Vowing to achieve where successive U.S. governments have failed,
"I've always heard that perhaps the toughest deal to make is the deal between the Israelis and the Palestinians; let's prove them wrong," Trump said, Abbas at his side. "I will do whatever is necessary to facilitate the agreement — to mediate, to arbitrate, anything ..."
Later, as the two leaders sat down to a working lunch in the White House Cabinet Room, Trump added that a resolution to what is generally considered one of the most intractable conflicts in the world was "something that I think is, frankly, maybe not as difficult as people have thought over the years."
Abbas responded with optimism and praise for Trump's dealmaking ability, even though his list of Palestinian requirements for peace was unchanged from the one that has been aired during decades of earlier failed negotiations. Those include a viable, independent Palestinian state next to Israel, with its capital in East Jerusalem — the so-called two-state solution, which Trump has not endorsed.
"Mr. President, you have the determination and the desire to bring [a deal] to fruition," Abbas said, speaking classical Arabic through an interpreter. "We hope, God willing, we are coming to a new opportunity, a new horizon to bring it about."
Despite the opening flourishes of praise and goodwill, the meeting between Trump and Abbas was expected to become more uncomfortable behind closed doors, as the administration laid out a series of demands.
Trump has been described by aides as being singularly fixated on delivering a Middle East peace deal, entrusting the portfolio to his son-in-law Jared Kushner despite Kushner's financial connections to the building of settlements on land claimed by Palestinians.
The White House went out of its way to build up Abbas during the visit, giving in to requests for a lunch with Trump beyond their meeting, as well as that the Palestinian flag be placed behind Trump while the two leaders made statements about the visit, a person close to the White House said.
The White House felt that giving Abbas those symbolic concessions would help set the conditions for a better relationship and create an opening to demand that Abbas shut down terror incitement, stop payments by the Palestinian Authority to the families of those killed or imprisoned in terrorist attacks against Israelis, refrain from lobbying the United Nations for additional resolutions against Israel, and get on board toward a peace deal.
But when it comes to what an eventual solution should look like, Trump has told close advisors that he's not picky about the details, or even the broad outlines.
Trump has expressed a willingness to jettison the long-standing U.S. stance that any resolution should be based on a two-state solution, hoping that would spur the two sides to look for more creative solutions. But other members of his administration, including Nikki Haley, the U.S. ambassador to the United Nations, have said the United States remains committed to a two-state solution.
He has also threatened to move the U.S. Embassy in Israel to Jerusalem, which would effectively recognize the disputed city as Israel’s capital and infuriate the Palestinians. Although Trump seems to have backed off publicly planning such a relocation, his vice president,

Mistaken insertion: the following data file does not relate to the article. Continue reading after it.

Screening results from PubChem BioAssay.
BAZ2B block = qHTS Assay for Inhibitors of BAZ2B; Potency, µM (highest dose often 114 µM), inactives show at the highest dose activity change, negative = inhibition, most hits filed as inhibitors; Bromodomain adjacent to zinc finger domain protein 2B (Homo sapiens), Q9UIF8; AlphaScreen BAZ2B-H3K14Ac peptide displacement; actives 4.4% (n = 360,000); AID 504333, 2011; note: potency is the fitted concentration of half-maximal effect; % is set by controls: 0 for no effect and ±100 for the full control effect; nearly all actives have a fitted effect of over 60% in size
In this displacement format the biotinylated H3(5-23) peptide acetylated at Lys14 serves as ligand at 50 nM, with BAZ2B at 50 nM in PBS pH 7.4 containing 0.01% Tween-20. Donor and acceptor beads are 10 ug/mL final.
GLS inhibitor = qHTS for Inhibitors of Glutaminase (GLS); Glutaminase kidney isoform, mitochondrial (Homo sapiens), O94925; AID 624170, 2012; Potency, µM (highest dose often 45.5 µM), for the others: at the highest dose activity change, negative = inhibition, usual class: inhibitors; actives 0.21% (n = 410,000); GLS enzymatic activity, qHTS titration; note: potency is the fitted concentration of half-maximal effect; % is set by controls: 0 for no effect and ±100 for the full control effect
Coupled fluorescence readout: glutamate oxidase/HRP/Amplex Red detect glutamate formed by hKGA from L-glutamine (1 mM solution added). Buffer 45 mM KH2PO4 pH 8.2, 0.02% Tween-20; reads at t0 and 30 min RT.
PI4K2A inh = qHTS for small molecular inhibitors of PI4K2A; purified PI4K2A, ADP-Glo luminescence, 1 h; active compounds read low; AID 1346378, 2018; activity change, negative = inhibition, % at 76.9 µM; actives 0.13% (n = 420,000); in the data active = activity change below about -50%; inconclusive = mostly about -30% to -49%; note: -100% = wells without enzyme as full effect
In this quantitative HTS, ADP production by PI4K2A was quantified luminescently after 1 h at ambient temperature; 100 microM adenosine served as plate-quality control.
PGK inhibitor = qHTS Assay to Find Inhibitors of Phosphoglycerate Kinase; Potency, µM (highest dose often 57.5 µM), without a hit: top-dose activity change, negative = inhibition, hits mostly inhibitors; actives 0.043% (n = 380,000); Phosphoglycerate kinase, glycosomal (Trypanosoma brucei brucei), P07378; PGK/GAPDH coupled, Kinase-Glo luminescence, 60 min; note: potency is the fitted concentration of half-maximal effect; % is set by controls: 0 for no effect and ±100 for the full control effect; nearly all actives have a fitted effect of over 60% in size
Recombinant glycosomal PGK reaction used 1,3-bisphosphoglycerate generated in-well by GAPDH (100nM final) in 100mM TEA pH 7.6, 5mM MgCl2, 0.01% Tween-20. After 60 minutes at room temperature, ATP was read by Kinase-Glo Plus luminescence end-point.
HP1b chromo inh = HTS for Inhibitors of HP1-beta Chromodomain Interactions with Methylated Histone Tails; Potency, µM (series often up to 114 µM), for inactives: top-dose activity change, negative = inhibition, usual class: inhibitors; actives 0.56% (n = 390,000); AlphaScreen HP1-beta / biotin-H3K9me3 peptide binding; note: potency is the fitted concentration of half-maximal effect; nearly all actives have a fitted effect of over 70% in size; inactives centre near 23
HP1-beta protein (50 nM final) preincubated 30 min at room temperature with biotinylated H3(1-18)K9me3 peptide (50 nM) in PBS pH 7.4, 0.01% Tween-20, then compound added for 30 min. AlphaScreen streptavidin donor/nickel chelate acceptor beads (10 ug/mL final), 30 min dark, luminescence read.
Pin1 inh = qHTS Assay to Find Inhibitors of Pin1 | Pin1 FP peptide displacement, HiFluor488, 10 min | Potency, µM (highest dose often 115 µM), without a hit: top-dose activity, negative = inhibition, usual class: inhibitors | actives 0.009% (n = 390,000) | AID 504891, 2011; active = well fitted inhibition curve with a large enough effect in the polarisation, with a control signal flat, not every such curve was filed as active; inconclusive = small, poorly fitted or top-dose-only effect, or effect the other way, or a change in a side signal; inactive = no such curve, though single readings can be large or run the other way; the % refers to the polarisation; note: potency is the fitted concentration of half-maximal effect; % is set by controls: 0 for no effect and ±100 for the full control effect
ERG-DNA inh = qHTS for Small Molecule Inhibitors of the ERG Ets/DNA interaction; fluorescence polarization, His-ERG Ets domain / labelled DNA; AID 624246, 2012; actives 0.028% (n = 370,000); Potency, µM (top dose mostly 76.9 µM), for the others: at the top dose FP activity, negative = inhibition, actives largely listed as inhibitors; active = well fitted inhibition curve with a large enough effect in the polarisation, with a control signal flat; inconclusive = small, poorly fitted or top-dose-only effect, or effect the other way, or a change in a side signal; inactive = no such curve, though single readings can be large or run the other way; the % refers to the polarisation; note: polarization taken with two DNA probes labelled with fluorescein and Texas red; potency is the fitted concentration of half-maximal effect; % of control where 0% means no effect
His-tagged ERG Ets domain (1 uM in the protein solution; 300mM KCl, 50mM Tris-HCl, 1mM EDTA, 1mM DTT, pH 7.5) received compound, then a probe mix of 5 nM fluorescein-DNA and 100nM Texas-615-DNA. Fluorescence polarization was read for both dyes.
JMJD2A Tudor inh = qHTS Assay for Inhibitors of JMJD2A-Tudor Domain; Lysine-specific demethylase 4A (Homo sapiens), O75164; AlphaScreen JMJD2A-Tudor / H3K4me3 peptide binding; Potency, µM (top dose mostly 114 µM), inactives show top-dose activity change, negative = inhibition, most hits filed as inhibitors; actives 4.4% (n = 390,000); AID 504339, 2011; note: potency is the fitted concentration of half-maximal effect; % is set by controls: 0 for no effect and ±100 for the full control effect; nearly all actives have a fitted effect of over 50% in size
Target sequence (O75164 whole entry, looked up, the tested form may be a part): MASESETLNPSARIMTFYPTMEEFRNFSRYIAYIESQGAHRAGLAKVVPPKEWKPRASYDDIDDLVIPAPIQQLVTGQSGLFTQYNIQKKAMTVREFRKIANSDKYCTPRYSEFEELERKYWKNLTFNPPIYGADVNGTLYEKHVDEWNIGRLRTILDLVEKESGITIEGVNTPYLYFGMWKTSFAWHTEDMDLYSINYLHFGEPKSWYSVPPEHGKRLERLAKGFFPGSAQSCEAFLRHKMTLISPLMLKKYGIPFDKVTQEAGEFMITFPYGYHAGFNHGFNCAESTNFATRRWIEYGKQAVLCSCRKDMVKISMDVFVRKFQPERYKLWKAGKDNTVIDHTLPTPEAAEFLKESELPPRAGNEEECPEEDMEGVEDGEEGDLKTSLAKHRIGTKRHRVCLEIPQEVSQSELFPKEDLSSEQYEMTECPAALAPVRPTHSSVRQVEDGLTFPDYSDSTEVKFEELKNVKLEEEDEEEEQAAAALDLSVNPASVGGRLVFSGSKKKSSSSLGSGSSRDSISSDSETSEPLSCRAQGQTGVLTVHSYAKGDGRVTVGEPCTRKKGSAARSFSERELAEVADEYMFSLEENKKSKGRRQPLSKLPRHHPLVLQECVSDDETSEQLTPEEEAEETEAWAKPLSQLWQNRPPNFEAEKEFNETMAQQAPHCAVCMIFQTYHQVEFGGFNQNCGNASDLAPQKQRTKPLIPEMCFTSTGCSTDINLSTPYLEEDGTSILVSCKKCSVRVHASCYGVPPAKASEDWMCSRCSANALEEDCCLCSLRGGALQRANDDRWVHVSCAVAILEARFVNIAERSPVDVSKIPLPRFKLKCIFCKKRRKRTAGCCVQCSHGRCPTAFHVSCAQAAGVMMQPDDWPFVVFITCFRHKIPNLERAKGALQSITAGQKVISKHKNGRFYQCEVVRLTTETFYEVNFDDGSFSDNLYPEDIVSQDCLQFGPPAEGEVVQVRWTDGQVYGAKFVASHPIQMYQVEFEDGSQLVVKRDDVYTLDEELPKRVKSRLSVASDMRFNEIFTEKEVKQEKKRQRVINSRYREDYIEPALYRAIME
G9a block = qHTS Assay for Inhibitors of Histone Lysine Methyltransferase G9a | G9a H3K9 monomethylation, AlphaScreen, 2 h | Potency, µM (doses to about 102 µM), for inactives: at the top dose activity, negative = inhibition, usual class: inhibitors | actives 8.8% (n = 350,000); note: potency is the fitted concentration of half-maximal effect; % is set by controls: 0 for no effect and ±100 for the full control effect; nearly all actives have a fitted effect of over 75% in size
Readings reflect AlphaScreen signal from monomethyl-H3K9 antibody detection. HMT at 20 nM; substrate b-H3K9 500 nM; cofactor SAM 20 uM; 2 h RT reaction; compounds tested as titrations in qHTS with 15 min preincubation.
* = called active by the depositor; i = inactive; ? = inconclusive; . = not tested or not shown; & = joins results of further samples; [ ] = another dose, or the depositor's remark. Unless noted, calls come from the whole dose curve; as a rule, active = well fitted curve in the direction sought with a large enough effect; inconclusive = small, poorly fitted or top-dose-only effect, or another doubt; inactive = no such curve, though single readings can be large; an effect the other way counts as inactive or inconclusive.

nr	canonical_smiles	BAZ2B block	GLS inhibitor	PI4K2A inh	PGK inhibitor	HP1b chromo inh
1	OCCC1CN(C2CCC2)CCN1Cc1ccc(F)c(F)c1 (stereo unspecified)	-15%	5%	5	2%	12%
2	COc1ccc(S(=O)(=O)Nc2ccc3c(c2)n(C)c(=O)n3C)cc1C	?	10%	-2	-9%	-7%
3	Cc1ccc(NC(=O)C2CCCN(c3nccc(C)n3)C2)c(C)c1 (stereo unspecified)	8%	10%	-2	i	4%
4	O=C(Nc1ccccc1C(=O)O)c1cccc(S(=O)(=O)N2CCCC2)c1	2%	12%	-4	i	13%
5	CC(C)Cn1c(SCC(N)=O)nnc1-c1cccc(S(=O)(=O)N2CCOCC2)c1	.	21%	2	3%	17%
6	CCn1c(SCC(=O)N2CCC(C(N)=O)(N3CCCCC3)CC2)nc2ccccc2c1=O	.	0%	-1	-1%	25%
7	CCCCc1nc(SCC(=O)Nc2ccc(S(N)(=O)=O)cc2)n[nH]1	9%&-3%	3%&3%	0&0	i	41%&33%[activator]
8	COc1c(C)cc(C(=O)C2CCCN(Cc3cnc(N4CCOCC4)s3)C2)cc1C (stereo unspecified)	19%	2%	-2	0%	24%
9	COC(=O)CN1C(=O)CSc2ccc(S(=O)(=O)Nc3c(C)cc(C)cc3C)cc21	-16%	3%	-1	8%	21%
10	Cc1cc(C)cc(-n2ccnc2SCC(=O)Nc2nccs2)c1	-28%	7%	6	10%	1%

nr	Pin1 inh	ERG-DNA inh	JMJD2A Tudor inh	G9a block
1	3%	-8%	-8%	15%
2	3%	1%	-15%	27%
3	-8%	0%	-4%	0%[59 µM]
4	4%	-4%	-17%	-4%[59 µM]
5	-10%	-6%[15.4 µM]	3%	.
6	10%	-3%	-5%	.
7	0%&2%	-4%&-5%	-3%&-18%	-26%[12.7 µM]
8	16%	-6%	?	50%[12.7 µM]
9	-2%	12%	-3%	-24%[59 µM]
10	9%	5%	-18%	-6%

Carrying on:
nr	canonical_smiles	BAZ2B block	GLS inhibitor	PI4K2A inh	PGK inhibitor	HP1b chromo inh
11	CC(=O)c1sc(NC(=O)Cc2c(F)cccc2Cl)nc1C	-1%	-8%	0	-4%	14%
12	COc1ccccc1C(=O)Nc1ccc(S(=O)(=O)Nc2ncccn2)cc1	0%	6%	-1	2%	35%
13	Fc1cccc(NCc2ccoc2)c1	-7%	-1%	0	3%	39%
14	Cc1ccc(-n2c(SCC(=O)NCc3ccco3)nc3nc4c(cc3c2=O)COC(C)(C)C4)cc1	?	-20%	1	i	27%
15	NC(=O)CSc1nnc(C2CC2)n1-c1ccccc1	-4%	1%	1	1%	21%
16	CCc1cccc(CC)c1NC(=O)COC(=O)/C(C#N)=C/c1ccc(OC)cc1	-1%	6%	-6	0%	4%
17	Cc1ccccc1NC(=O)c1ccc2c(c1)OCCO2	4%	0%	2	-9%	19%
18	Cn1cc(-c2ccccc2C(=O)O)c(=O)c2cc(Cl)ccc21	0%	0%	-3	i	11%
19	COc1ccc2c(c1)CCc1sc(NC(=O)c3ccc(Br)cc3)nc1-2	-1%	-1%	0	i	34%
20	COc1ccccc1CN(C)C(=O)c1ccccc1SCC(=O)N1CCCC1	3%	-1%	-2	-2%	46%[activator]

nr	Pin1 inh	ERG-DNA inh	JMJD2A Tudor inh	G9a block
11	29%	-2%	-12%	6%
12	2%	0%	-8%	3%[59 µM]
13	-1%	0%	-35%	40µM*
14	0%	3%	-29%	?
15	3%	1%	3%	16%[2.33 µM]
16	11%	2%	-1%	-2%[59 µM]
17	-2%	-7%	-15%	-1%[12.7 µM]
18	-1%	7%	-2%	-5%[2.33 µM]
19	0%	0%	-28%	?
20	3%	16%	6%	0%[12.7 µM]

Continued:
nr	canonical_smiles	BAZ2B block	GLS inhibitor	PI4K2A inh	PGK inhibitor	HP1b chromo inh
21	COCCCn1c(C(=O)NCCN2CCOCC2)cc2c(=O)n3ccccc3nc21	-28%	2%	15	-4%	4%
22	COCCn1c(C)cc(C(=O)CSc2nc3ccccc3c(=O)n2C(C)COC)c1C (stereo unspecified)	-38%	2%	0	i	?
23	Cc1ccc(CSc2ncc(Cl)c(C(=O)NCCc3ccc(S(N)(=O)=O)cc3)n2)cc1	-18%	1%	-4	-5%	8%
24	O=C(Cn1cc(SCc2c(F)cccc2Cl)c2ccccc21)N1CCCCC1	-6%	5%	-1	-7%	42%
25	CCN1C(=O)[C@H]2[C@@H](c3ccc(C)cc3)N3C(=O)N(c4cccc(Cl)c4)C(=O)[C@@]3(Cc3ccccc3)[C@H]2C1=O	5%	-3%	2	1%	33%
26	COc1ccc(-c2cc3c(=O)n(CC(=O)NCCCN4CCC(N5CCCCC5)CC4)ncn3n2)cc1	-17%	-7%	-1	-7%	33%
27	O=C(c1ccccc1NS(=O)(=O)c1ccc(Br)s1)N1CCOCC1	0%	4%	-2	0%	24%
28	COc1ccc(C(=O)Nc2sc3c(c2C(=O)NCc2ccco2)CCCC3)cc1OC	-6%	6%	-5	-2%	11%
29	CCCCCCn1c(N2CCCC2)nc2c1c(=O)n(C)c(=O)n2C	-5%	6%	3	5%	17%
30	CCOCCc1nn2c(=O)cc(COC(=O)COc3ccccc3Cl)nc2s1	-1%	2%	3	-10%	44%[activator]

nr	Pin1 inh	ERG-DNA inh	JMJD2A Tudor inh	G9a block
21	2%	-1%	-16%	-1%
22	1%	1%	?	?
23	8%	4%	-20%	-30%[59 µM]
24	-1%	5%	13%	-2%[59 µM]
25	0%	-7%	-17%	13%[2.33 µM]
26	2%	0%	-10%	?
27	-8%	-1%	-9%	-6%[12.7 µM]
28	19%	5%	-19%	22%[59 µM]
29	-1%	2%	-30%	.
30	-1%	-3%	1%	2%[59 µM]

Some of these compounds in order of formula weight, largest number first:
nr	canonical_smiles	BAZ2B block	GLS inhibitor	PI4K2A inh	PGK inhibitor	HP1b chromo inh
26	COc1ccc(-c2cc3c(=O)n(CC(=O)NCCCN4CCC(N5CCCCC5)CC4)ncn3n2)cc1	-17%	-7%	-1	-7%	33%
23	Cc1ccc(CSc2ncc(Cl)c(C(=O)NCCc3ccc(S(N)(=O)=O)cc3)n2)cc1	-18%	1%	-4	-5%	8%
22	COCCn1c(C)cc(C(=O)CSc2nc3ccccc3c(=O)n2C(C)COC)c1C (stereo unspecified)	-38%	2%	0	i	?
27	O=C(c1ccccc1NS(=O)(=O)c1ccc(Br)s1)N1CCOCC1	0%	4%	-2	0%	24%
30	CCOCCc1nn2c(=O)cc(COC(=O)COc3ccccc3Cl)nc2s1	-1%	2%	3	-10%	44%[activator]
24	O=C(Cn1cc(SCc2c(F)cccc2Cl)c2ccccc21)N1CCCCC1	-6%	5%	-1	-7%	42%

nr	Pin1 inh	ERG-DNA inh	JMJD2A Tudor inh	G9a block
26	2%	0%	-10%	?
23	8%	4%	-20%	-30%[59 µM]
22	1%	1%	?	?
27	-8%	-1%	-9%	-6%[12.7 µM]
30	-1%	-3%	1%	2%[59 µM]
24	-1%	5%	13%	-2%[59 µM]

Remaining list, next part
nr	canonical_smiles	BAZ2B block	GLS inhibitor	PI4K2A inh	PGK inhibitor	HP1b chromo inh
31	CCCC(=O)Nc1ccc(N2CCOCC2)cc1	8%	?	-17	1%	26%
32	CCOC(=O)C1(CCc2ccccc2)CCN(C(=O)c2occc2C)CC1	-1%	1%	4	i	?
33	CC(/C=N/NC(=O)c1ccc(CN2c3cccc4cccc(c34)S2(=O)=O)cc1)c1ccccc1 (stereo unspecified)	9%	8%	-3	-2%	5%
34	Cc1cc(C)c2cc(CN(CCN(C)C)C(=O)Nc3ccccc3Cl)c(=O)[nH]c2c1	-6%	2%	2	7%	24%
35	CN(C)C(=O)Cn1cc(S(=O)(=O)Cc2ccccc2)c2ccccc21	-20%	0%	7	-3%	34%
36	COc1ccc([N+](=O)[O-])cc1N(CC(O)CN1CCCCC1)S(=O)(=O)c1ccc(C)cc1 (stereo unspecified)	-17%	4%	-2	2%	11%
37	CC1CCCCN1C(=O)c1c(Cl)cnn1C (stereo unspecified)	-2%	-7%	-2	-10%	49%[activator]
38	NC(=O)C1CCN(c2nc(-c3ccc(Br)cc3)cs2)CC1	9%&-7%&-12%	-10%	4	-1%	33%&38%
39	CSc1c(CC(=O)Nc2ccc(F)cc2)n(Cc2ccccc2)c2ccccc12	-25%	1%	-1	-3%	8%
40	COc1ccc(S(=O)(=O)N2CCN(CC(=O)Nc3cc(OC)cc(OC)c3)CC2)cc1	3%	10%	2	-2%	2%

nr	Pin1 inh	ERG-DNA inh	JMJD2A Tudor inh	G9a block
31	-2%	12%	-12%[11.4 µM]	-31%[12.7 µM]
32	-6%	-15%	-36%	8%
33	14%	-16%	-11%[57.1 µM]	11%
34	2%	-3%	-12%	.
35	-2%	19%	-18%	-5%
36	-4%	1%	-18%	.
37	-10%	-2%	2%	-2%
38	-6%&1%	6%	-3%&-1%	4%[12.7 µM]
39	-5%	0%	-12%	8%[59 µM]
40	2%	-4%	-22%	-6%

"President Trump stands without apology for Israel, and he always will," Pence told a group of Israeli diplomats and others gathered Tuesday on the White House grounds to mark Israeli Independence Day. Trump previously hosted Israeli Prime Minister Benjamin Netanyahu at the White House.
Fundamental issues as well as small details have sunk previous attempts to solve one of the most challenging foreign policy riddles any U.S. president faces, and many experts remain skeptical about whether Trump has the knowledge or patience to make good on the bold vows he made Wednesday.
"Never in decades of involvement [in the Middle East peace process] have I heard a U.S. president more confident with less prospect," Aaron David Miller, a longtime Mideast negotiator for Democratic and Republican administrations, said via Twitter.
J Street, a liberal, pro-Israel lobbying organization in Washington that is often critical of Trump policy, said in a statement that it welcomed the president's "determination" but added that he would have to unequivocally commit to a two-state solution "without further delay if he is serious about pursuing peace."
Daniel Shapiro, the last Obama administration ambassador to Israel, said he was glad to see the White House effort but hoped Trump's aides learned from past mistakes and failures.
"Not sure if [Netanyahu] or Abbas is more nervous," Shapiro said on Twitter. "Both could find themselves in the uncomfortable position of being asked 2 do hard things, saying no 2 [Trump] & shifting blame."
Asked what was different this time around, given the repeated failures of past administrations to reach a Middle East accord, White House spokesman
"This president's style is one to develop a personal bond with individuals," Spicer added in a briefing with reporters. "And I think you saw that today with President Abbas, him talking so kindly about the president."
Personal contact and "backroom diplomacy" will pay dividends for the country, he said.
Trump also hopes to enlist some Sunni Muslim Arab allies in crafting a deal. Several, especially among the Persian Gulf states, have quietly signaled a willingness to cooperate with the administration — and, by extension, with Israel — in exchange for tougher actions against their common enemy, Shiite Muslim Iran.
2:10 p.m.: This article was updated throughout with additional background and comments from President Trump, President Mahmoud Abbas and White House spokesman Sean Spicer.
10:20 a.m.: This article was updated with comments from Trump and Abbas.
9:05 a.m.: This article was updated with Abbas' arrival at the White House.